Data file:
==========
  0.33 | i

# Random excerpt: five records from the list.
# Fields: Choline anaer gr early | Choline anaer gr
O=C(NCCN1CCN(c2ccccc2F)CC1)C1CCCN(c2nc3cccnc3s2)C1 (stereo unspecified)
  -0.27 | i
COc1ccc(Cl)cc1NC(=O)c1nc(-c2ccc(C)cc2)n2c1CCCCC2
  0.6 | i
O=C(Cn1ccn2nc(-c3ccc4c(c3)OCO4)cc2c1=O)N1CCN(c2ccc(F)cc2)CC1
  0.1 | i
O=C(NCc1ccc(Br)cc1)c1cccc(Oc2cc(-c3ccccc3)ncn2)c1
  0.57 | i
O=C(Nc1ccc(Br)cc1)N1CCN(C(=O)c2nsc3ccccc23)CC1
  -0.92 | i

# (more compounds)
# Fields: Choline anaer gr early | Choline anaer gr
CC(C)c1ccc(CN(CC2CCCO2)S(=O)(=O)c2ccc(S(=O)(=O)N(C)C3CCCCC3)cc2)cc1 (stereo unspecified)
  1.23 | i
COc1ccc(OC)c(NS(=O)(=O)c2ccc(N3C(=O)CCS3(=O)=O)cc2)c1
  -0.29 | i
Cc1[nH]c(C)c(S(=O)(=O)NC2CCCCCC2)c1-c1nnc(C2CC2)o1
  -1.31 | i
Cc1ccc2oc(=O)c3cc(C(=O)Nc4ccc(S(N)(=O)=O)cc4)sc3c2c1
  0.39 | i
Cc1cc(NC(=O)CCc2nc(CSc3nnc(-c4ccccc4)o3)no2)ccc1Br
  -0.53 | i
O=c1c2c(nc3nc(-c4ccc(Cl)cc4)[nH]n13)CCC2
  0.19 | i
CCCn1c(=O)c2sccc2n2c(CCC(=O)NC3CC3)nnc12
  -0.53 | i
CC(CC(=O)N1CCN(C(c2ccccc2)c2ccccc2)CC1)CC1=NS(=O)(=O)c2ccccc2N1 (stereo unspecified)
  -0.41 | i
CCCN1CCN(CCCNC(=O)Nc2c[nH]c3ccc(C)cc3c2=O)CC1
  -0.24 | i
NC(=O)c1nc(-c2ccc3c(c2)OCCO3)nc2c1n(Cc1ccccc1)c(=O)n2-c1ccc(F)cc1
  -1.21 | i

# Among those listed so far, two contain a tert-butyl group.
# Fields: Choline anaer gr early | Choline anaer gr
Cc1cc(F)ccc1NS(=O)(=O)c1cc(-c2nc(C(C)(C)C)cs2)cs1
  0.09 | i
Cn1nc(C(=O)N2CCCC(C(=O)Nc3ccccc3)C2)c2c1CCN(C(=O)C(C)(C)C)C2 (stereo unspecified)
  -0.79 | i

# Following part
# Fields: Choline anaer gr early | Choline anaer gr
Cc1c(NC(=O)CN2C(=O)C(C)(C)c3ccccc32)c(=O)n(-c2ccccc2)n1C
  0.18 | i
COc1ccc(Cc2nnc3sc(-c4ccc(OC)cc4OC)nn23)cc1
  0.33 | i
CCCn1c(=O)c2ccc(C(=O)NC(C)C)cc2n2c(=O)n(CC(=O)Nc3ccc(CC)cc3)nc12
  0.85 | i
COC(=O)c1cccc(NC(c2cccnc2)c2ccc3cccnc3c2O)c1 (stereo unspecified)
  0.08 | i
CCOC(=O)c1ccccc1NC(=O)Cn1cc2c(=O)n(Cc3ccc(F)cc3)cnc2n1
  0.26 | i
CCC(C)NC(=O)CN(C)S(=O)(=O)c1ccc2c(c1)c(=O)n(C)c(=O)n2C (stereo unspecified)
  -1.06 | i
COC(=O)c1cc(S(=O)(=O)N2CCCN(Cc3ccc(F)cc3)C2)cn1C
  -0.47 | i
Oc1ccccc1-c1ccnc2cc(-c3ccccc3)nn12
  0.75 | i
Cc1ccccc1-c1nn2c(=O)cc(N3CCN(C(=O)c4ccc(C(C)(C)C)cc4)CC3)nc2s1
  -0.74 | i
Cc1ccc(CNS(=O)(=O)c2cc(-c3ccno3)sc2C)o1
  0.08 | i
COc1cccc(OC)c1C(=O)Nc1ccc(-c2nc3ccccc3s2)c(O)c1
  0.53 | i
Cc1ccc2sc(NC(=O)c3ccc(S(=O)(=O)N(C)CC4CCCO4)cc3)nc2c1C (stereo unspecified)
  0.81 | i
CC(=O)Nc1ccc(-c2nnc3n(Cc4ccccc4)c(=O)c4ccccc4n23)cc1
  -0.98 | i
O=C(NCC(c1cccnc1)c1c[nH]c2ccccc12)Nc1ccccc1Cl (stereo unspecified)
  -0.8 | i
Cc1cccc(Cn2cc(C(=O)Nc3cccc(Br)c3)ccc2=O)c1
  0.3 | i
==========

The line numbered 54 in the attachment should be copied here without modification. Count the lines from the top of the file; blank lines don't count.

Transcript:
CCC(C)NC(=O)CN(C)S(=O)(=O)c1ccc2c(c1)c(=O)n(C)c(=O)n2C (stereo unspecified)